2B or not 2B

Who invented the term ‘reading window’?

This space is more like the other side of the letter-box, sitting on the floor surrounded by envelopes. More keep falling on my head.

So far fifty-eight sets of poems have arrived with stamps both franked and unfranked, and five smaller sets by email (from online only subscribers). Two are at the sorting office because they were understamped (at least I assume the two notifications are for submissions envelopes). I am working my way through and replying one by one, but I’m only up to 22.

The task is absorbing and educative. But I don’t feel confident about it. Who could? Who really knows what’s what when it comes to poetry? Who can be sure she is not missing the whole point?

But one can analyse things too much. So I just start reading, and I try to read each poem as though I’ve never read one before, though this gets more difficult over the month. It’s also more difficult if the poems resemble one another. That is to say if a poet has eight poems all in three-line stanzas. (I like to think each poem has its own shape or form.)

Still, I put my anxiousness to one side, and set about suggesting this, that and the other with my new pencil.

When you bought a 2B pencil in the olden days, you had a good idea how it would write. How soft, not hard. How legible, not faint. These days decent pencils cost serious money and at Rymans (where I bought mine last week) they mainly come in packets of three.

But one brand of 2B pencil is not like another. My new pencil is not as soft as I’d like it to be, or as soft as the last three types of pencil I’ve been using. To me, it’s somewhere between HB and B. However, it has a good eraser that fits on the end, which is useful on the bus.

Because the space behind the letter-box sometimes finds its way onto a bus or train, where the process continues. But it has to come back in the end to the table in the sitting room because the laptop’s there where I log the ms and try to write some comments that’ll help me remember what feedback I gave to the poet. After the first 50, you have no idea what you said to whom, or which Peter or Janet was which (Peter, Janet – please don’t take this personally).

Specific difficulties arise. In particular this: I have a system of ticks and smiley faces. If I like a poem, I put a pencil tick on the page. If I like it so much I would publish it (if I could), I put a smiley. But this system is starting to break down. Sometimes I like poems but still think they’re not fully cooked. Sometimes I like them with a big tick and sometimes a tiny, weeny tick. Sometimes I like them and don’t remember to tick them. And sometimes the poet, bless her cotton socks, only gets two smileys over three years no matter how many poems she sends.

But there’s a more serious issue. The quality of many of these submission envelopes is high. It really is. I now see a good number of sets of poems I would like to publish. Far more than I can publish. It’s easier to say a thing should happen than make it happen.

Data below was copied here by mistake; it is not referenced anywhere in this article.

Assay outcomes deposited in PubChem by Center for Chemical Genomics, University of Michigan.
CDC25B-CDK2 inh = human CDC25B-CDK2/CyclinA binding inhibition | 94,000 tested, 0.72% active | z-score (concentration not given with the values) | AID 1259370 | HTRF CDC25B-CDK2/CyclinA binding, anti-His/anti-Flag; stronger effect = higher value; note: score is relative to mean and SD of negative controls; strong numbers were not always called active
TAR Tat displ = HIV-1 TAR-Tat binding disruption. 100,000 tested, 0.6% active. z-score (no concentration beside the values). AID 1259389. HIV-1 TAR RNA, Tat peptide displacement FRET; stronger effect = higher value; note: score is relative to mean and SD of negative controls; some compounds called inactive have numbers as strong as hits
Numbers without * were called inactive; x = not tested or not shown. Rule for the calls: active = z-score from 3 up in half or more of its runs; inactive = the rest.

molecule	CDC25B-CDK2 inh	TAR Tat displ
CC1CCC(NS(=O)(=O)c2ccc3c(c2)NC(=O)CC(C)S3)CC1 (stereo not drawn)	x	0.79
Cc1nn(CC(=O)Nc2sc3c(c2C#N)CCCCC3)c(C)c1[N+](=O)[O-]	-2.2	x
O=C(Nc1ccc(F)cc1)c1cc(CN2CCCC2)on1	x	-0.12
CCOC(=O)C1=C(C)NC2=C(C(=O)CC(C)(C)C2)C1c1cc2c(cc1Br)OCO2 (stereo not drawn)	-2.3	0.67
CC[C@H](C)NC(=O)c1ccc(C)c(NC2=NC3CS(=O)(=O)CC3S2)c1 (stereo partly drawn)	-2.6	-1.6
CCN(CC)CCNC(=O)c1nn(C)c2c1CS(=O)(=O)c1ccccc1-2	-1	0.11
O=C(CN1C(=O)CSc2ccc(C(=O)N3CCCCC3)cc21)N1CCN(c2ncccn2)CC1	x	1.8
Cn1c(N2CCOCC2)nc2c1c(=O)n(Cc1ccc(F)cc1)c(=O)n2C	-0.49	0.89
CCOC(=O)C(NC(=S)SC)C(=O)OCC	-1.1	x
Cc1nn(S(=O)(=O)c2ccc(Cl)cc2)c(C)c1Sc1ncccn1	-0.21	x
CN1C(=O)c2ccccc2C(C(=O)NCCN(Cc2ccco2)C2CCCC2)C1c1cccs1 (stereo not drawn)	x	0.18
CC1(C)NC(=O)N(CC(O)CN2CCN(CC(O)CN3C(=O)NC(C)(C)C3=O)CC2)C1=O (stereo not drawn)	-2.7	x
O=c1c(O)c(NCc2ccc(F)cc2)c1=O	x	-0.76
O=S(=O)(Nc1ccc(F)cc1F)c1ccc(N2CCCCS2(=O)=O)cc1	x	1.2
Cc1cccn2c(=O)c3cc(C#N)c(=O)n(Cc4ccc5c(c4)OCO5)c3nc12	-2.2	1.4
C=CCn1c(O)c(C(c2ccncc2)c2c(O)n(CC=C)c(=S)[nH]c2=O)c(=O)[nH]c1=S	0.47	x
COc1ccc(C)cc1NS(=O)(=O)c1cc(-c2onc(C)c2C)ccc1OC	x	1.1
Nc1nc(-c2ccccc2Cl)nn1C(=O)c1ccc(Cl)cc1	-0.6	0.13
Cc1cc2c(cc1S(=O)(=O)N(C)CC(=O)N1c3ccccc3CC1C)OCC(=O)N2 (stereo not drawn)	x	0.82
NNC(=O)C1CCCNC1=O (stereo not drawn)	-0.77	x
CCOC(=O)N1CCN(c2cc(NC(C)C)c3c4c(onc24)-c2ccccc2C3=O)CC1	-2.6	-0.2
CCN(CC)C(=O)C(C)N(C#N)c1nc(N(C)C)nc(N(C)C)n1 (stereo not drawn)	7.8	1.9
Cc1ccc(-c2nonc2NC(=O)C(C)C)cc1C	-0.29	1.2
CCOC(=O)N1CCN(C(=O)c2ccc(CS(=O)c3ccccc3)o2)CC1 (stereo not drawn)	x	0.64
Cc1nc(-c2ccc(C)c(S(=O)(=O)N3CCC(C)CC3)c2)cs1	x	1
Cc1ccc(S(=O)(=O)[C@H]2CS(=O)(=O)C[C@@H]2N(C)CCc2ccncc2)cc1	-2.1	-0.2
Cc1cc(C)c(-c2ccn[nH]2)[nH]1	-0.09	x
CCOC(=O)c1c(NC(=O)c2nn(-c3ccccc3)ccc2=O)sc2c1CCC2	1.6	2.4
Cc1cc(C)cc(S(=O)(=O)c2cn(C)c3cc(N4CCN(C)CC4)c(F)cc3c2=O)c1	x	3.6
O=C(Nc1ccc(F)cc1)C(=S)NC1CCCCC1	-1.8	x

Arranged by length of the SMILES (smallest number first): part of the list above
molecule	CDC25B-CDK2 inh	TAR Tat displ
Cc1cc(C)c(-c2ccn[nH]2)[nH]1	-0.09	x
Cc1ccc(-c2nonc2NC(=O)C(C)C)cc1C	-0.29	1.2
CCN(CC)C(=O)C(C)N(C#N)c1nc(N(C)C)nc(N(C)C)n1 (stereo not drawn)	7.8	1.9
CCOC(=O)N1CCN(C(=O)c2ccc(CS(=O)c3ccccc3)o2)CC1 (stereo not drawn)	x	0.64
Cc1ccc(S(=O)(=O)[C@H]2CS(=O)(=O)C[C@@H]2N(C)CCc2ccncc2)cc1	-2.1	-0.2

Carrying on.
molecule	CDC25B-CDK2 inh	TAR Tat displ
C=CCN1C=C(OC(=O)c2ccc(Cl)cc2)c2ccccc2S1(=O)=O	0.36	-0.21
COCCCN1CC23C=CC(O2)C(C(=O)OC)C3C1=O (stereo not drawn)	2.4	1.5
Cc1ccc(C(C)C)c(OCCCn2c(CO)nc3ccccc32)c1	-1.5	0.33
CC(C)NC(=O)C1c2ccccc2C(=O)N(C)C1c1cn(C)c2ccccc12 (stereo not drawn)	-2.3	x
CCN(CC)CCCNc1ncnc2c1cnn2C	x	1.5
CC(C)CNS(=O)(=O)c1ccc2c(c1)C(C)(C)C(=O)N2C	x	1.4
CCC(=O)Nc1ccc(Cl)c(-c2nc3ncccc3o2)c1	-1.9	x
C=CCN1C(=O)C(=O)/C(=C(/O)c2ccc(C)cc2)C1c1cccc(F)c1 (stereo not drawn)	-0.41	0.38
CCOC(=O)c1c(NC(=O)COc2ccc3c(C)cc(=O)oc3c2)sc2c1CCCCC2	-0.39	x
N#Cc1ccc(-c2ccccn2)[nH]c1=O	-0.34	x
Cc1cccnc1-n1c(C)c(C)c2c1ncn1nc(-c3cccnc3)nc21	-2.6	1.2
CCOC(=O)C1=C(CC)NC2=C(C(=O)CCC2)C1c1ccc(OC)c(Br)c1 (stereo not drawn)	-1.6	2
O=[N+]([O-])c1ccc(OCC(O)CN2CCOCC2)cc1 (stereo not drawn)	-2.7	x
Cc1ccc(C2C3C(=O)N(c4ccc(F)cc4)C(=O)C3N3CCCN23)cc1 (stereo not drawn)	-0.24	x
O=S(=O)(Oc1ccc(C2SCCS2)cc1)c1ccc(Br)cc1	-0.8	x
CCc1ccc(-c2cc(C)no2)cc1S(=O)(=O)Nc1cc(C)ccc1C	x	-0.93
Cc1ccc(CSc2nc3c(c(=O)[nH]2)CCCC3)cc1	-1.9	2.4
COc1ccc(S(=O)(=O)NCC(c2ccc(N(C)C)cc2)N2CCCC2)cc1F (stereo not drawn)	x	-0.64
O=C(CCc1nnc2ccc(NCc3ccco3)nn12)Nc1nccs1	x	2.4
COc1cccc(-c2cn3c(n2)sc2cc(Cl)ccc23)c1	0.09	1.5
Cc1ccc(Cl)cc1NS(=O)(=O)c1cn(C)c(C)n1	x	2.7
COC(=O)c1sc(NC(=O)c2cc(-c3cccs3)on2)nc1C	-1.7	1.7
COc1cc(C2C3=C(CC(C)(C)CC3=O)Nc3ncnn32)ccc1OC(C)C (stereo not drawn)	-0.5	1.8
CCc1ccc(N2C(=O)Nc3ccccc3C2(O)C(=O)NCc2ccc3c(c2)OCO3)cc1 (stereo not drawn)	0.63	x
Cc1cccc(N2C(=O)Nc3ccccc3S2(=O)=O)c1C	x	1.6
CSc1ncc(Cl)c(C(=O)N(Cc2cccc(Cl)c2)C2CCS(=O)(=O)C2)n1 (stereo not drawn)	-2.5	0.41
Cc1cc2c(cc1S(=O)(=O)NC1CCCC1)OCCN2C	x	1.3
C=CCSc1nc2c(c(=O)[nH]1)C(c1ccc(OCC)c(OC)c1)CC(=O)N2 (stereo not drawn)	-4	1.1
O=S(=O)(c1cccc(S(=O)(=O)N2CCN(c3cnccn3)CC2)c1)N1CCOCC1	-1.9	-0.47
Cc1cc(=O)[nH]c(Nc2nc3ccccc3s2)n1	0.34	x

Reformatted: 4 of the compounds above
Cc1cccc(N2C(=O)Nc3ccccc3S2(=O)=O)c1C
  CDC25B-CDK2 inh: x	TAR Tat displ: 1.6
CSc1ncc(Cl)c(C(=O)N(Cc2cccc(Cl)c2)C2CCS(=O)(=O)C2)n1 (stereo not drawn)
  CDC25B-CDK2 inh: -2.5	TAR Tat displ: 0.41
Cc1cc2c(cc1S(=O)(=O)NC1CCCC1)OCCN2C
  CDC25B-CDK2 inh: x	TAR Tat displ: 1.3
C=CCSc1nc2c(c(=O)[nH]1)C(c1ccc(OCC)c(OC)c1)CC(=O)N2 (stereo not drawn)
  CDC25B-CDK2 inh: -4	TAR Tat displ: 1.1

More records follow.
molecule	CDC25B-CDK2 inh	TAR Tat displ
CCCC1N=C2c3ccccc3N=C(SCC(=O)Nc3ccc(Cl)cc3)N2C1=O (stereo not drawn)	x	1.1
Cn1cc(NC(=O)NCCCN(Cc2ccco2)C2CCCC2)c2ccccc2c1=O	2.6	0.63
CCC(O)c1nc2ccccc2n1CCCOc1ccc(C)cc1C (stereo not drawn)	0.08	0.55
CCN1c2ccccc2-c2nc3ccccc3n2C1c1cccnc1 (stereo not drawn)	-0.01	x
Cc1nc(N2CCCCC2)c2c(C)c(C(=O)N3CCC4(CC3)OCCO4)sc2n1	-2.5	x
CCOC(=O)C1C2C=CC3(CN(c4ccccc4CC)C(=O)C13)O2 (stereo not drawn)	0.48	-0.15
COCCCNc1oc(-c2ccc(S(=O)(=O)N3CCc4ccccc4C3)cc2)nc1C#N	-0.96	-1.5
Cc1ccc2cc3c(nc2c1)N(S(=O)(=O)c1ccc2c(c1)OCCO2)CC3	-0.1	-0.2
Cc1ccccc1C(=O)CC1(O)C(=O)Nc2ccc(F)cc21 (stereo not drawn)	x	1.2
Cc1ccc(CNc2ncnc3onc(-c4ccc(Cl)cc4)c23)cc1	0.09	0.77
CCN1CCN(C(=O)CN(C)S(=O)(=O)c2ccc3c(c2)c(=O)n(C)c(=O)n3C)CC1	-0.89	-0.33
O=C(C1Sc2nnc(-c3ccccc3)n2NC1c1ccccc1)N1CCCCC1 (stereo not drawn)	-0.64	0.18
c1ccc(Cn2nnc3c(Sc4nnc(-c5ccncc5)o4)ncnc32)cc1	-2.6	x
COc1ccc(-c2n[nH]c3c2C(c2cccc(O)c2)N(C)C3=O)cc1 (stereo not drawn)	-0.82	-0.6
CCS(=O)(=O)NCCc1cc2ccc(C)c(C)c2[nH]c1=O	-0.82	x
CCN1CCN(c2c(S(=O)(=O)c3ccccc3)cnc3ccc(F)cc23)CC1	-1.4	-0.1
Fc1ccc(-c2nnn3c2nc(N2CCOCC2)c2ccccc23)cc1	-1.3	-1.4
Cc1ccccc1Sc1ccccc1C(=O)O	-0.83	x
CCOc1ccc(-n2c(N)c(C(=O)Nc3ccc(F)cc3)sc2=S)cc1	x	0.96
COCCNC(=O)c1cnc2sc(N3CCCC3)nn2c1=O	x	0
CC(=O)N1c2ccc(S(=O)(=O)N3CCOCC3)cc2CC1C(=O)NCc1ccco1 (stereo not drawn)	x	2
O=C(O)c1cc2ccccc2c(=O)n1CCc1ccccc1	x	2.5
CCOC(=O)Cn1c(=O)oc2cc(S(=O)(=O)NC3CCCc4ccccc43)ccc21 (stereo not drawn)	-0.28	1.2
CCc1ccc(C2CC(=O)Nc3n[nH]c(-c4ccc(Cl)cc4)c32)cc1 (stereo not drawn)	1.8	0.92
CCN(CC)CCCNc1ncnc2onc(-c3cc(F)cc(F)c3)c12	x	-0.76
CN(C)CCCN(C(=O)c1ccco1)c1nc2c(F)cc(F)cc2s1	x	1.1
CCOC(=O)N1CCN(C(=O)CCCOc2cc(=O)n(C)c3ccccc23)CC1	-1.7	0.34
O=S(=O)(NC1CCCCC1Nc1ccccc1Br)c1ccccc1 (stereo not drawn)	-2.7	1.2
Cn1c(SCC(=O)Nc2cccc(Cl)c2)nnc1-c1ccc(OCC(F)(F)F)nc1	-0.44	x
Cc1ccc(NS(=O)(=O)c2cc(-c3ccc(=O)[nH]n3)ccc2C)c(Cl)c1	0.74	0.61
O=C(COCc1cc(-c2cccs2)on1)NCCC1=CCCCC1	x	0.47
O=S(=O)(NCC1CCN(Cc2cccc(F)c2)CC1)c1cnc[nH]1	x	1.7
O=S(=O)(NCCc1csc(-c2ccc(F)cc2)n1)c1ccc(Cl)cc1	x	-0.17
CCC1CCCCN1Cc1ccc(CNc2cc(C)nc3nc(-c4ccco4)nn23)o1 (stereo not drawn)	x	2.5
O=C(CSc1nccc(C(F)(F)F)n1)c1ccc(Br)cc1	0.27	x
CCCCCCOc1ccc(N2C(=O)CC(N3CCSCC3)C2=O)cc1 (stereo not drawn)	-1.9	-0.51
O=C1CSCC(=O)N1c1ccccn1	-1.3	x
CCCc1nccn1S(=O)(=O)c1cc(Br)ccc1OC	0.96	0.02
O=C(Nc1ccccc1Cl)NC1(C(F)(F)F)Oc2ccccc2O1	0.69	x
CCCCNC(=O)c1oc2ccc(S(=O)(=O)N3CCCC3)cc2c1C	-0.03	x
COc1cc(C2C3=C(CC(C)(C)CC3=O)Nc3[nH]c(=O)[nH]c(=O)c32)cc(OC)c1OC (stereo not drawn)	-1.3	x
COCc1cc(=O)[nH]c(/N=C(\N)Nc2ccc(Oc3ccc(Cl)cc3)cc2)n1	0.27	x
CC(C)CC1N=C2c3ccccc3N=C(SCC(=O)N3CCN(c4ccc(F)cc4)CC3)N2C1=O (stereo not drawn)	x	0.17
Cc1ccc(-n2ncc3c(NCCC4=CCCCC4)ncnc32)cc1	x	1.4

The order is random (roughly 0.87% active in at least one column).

So I’m sitting behind the letter-box looking at an increasing number of poets who have sent me several sets of work, all of which has had a warm response from me, but not quite so warm that I’ve said ‘Yes, let’s make a pamphlet of your poems.’  They are in my ‘maybe’ list, and the list is getting longer by the day. Oh but this is a difficult one! It’s like that editorial response to poems sent to a magazine that goes ‘Liked these but not quite enough.’ Meanwhile, the poems are all jostling and stiffening their collars, desperate to be loved.

How do I decide which to offer to publish? There are too many elements to mention. Sometimes it’s one individual poem. Sometimes it’s a sense of the sheer talent of the writer. Sometimes it’s knowing a set of poems is nothing like anything I’ve ever published before. Sometimes, it’s feeling the publication would blend well, or contrast well, with the others I have lined up for a certain year. Sometimes it’s having an idea about how the set of poems might be presented. Sometimes it’s the sheer energy of the poems – an energy great enough to counteract my own tiredness.

This is not a moan. Please don’t start feeling sorry for me. I like doing this reading. It’s meaningful and worthwhile, and it teaches me something. Each time, I learn new things. It is a great thing that there’s lots of good poetry happening. There cannot be ‘too much’ good poetry.

Also, I invited the poems and chose the space in which I sit. Nevertheless, there’s something else I want to say.

There are quite a number of small presses these days. But not enough. We need more small publishers. There are sets of poems that – for hugely varied reasons – don’t lend themselves to winning competitions but that can and should be published and shared.

We need more co-operatives – small groups of writers looking at this together. More people who want to learn about ways of supporting other poets, through publications and associated activities. More people with the skills of editing and typesetting (or the determination to buy them in), who can work with others to make interesting, varied, provocative, dynamic publications. More people like Emma Wright, at the Emma Press, and Duncan at Tapsalteerie. More people who, perhaps fed up with their poems being liked (but not quite enough), move into supporting other poets in the same situation. More unincorporated Rebel Incs.

Poacher can turn game-keeper. Poets can take the power into their own hands and more of them should. I don’t mean self-publishing. I mean publishing other people. People you know and like. People you don’t know but should. People whose work deserves it. It’s an extraordinary learning experience.

I could recommend a number of good poets to you. Just drop me a line.b2ap3_thumbnail_04_27_22---Letter-Box_web.jpg